Alternatively, grind and sieve some borosilicate glass and put some of the desired size in a test tube (borosilicate also). Heat using a propane air torch until there are no loose particles of glass. Slowly withdraw from the flame to allow even cooling and then, when cool, grind the end of the test tube off and leave a disc of frit exposed. You might have to have a few goes to get the technique right.
View user's profile View All Posts By User
RogueRose
International Hazard
*****




Posts: 1220
Registered: 16-6-2014
Member Is Offline


[*] posted on 18-2-2019 at 20:17


Quote: Originally posted by Chemetix  
Going glass to metal seal for this application is a complex way of going about the task. For a start the metal has to have a very similar co-efficient of thermal expansion and even then the small differences between the glass and metal mean you will need some engineering of the seal geometry and precise technique to get this right.

Alternatively, grind and sieve some borosilicate glass and put some of the desired size in a test tube (borosilicate also). Heat using a propane air torch until there are no loose particles of glass. Slowly withdraw from the flame to allow even cooling and then, when cool, grind the end of the test tube off and leave a disc of frit exposed. You might have to have a few goes to get the technique right.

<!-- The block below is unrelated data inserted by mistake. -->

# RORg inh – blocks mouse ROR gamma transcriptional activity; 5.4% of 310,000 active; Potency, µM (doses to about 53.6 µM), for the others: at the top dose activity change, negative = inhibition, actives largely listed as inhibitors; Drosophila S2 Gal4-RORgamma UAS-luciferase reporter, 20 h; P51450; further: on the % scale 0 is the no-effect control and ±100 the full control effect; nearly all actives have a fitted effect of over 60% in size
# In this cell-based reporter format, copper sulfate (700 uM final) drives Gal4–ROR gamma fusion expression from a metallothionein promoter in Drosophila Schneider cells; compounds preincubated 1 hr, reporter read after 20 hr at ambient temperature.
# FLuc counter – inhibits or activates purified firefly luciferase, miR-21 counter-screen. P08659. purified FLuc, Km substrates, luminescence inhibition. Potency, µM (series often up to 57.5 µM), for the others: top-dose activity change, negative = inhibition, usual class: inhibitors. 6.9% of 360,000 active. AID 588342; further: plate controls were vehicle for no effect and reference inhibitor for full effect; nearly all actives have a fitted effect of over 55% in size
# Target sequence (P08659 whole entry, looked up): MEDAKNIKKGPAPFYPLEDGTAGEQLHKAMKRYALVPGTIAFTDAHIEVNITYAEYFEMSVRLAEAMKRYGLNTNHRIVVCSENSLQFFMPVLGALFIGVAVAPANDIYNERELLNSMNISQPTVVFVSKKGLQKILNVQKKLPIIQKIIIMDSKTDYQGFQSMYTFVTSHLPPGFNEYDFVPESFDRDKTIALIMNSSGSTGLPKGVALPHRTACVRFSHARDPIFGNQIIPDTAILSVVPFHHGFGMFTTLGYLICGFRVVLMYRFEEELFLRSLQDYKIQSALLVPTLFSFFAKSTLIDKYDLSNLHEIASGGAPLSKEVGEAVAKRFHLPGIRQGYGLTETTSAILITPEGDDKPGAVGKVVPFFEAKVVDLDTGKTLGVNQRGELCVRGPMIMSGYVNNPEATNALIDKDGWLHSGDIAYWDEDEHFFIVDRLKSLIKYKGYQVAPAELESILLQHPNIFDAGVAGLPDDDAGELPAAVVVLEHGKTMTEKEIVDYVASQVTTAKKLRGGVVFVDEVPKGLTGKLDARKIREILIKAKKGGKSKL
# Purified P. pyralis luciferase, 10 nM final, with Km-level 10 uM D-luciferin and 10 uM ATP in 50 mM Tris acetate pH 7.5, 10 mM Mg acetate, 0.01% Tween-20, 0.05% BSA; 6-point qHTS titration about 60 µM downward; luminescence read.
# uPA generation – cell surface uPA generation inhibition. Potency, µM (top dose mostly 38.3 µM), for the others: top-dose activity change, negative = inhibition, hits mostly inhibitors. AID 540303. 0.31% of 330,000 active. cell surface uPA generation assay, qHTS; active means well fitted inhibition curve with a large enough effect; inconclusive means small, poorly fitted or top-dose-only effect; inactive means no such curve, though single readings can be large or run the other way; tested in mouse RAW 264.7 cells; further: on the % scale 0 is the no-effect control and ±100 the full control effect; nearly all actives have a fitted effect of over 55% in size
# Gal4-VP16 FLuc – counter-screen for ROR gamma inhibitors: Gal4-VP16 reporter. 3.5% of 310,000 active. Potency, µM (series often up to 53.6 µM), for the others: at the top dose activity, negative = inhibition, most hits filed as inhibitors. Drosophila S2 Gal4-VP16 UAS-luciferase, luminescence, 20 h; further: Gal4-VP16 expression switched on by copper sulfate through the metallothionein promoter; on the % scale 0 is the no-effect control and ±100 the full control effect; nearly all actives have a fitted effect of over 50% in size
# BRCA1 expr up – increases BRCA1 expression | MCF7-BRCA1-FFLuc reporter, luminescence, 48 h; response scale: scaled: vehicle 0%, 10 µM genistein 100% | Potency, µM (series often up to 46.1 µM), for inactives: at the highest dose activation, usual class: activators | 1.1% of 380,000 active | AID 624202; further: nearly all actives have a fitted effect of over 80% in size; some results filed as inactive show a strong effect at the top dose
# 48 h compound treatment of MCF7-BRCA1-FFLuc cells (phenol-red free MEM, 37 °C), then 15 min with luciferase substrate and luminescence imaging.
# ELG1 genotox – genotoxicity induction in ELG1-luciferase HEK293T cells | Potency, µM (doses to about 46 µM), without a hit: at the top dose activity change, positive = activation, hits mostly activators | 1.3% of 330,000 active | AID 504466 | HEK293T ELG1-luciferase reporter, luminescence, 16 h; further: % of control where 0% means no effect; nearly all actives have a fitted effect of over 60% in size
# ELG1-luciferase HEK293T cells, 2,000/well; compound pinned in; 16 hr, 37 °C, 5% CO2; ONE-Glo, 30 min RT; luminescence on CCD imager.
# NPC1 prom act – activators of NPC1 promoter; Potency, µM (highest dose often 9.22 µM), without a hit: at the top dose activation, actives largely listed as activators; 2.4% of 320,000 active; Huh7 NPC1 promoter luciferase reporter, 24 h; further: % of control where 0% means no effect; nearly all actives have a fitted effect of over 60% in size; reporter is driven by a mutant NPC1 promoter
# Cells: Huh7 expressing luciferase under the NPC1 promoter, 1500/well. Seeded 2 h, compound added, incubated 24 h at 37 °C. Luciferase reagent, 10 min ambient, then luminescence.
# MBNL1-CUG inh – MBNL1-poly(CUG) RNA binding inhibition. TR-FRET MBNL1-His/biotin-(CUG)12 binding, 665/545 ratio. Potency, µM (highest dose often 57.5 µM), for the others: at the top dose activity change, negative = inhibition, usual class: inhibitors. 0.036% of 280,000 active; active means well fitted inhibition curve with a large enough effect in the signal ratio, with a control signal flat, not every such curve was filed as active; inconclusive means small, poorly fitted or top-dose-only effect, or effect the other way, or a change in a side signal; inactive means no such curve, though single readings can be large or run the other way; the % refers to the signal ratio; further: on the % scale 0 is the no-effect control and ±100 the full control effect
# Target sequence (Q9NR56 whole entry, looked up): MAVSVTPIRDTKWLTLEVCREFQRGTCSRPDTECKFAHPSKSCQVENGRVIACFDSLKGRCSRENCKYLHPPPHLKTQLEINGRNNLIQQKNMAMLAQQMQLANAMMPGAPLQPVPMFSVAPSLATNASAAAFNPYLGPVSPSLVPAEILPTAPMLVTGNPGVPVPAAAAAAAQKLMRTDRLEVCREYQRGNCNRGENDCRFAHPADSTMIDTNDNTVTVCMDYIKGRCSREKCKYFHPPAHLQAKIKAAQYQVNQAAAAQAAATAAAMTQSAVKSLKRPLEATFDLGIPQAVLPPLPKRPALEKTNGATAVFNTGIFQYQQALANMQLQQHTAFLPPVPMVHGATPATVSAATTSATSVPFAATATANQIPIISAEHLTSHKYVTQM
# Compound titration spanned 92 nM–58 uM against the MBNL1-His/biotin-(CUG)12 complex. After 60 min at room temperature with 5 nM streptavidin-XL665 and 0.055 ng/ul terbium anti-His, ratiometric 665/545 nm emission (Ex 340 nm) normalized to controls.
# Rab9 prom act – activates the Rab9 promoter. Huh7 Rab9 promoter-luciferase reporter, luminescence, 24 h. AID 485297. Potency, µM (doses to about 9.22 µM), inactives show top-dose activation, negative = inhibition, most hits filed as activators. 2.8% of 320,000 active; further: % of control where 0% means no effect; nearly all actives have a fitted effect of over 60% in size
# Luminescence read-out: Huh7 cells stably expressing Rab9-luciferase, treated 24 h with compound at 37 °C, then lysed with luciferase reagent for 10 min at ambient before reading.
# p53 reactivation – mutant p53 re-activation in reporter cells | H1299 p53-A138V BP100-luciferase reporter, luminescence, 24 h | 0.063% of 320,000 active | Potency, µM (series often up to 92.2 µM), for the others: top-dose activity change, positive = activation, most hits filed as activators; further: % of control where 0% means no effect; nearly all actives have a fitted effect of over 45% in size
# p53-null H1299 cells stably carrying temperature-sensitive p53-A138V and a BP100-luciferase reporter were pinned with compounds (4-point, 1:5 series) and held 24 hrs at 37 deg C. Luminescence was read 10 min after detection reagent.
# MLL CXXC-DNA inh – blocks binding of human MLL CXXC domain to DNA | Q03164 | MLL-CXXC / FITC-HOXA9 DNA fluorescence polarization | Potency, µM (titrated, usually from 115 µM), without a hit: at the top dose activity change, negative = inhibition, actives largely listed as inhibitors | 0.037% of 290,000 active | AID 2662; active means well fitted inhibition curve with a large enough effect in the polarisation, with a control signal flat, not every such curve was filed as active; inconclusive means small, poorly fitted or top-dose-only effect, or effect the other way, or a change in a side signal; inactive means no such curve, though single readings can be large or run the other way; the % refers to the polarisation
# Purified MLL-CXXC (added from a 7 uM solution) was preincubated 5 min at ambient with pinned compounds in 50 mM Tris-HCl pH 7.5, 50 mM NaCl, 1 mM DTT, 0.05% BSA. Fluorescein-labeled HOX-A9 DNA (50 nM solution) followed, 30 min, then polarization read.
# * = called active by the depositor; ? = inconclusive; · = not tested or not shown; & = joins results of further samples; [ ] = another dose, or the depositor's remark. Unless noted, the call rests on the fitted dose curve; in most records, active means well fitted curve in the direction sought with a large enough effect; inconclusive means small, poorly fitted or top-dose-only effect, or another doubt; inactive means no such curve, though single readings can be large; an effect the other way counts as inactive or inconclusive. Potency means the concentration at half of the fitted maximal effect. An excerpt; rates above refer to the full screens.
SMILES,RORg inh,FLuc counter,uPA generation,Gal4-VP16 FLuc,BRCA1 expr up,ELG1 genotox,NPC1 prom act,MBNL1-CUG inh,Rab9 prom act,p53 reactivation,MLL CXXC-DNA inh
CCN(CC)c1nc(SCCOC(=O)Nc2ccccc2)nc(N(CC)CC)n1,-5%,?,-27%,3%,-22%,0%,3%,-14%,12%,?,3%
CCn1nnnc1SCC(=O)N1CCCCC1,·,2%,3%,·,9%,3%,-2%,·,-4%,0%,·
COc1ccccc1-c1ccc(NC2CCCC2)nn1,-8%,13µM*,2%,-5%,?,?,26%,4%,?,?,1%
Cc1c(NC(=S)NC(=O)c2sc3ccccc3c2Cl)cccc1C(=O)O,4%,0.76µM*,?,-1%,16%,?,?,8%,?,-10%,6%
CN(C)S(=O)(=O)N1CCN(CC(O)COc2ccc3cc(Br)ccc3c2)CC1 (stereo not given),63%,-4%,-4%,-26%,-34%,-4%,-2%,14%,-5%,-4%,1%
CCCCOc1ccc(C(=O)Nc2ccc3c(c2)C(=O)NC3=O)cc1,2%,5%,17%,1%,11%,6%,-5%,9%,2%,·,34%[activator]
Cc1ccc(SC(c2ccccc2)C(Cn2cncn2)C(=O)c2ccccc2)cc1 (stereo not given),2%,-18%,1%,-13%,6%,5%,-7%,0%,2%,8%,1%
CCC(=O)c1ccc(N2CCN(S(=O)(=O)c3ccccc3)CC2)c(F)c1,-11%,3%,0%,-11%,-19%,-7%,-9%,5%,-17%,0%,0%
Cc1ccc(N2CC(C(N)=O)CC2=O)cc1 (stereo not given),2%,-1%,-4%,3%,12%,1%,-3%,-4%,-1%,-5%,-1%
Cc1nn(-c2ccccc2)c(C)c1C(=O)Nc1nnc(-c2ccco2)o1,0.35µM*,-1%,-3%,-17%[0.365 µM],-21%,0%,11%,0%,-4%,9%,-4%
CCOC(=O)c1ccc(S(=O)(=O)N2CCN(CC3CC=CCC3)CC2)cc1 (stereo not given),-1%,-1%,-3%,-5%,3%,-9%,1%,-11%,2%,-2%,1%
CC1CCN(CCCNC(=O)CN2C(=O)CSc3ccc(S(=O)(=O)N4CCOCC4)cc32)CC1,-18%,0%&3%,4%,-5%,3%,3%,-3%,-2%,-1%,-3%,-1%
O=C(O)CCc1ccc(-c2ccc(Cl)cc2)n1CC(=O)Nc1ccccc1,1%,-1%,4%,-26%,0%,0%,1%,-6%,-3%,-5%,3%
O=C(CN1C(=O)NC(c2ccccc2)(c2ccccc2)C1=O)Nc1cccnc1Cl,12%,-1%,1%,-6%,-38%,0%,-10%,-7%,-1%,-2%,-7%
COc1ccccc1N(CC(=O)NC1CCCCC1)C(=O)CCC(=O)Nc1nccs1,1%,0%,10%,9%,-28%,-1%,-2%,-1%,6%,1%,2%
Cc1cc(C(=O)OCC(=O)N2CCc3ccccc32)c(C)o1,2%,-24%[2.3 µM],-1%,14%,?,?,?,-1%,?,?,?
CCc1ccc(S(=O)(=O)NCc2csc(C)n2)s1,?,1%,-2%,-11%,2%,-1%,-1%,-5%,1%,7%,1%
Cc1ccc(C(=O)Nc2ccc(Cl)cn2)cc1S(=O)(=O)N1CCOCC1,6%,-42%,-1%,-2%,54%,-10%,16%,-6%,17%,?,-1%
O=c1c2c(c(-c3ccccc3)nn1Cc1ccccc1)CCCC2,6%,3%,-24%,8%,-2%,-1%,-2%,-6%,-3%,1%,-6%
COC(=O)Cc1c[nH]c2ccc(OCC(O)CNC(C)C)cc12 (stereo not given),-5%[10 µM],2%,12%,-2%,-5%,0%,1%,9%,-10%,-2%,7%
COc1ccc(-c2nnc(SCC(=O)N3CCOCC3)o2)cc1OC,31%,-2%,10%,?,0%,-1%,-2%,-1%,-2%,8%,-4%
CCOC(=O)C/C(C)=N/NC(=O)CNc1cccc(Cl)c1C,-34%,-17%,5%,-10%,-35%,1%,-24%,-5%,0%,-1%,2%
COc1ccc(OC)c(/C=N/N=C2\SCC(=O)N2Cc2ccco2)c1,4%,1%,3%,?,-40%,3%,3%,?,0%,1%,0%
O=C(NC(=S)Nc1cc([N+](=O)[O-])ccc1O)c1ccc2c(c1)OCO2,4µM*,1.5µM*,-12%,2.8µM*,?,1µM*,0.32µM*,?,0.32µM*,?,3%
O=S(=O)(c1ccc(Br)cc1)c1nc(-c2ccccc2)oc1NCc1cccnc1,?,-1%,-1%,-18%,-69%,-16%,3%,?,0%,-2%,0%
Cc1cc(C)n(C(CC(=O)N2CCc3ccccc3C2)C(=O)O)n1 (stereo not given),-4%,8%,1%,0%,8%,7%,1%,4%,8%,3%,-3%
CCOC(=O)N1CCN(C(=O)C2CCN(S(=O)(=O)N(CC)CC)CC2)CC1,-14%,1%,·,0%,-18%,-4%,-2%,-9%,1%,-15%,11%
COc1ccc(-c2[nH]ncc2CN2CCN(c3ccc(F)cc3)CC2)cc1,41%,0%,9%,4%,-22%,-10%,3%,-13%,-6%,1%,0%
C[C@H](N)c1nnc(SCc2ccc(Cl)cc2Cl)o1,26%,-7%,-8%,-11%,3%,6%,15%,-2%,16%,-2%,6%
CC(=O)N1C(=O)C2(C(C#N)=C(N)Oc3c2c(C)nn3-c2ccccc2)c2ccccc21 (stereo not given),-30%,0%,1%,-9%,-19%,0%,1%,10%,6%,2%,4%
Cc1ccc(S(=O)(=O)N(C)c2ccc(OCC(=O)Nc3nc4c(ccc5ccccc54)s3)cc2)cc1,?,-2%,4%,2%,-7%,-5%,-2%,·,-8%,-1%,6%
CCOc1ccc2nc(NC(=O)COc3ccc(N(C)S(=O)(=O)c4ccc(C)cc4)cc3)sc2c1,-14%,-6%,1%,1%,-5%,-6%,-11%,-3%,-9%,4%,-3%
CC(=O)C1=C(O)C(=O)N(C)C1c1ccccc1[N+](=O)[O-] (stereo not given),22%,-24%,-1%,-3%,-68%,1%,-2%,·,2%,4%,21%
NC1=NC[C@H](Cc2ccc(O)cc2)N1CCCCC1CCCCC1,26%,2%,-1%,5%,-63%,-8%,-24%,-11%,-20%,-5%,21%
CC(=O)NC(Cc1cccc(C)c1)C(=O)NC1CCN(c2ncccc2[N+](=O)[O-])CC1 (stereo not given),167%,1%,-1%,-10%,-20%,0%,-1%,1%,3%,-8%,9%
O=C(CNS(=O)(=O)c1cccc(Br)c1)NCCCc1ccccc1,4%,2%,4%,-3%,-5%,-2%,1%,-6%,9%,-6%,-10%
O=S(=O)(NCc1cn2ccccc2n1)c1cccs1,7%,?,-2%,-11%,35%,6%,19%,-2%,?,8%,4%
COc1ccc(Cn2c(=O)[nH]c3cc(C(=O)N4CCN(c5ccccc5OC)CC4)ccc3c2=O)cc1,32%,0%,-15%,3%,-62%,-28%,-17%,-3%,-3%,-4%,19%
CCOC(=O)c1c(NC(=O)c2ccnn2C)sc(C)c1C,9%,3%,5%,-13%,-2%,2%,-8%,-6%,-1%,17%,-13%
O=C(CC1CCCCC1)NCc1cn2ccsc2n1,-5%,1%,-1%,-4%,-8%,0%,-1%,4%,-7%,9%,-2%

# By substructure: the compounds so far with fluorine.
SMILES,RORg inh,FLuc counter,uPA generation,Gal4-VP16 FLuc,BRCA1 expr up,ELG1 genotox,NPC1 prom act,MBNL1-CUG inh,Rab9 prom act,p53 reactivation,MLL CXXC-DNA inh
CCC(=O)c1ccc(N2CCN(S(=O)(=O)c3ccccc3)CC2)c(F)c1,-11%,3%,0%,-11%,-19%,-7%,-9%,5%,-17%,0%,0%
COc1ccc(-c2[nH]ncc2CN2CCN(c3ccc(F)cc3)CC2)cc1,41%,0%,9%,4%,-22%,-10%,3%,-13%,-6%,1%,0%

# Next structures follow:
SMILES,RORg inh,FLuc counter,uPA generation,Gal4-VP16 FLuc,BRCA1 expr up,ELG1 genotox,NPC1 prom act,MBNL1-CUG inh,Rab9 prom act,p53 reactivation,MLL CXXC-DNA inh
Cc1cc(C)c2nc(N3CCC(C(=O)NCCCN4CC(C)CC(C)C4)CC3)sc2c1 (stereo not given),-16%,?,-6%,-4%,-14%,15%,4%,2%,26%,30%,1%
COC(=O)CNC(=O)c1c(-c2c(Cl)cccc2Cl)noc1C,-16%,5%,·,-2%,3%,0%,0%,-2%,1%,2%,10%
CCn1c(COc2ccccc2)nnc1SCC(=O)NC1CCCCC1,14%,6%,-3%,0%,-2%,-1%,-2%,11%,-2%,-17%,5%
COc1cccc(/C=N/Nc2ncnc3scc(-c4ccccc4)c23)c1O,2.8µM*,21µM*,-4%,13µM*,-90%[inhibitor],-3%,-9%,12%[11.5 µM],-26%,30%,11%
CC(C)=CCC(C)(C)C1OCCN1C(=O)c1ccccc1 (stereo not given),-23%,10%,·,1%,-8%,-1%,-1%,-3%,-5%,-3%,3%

I'm sorry I didn't explain what I was planning on doing once the fritted end was made. Once it cools inside the mold, I'll push it out and then put it in another tube to hold it while the end with the air passage is heated to the point it can be joined with a glass tube of similar diameter. This will be done the same way joining 2 glass rods or tubes is done. I've done this a number of times and it is fairly easy to do.

So the end product will be a 12" glass tub with a 1.5" fritted bubbler on the end so total about 13.5"
View user's profile View All Posts By User
Chemetix
National Hazard
****




Posts: 280
Registered: 23-9-2016
Location: Oztrayleeyah
Member Is Offline

Mood: Wavering between lucidity and madness

[*] posted on 18-2-2019 at 22:59


"Once it cools inside the mold, I'll push it out and then put it in another tube to hold it while the end with the air passage is heated to the point it can be joined with a glass tube of similar diameter."

That makes little more sense, but graphite is probably going to be more glass friendly than brass or metals for a mold.
View user's profile View All Posts By User

  Go To Top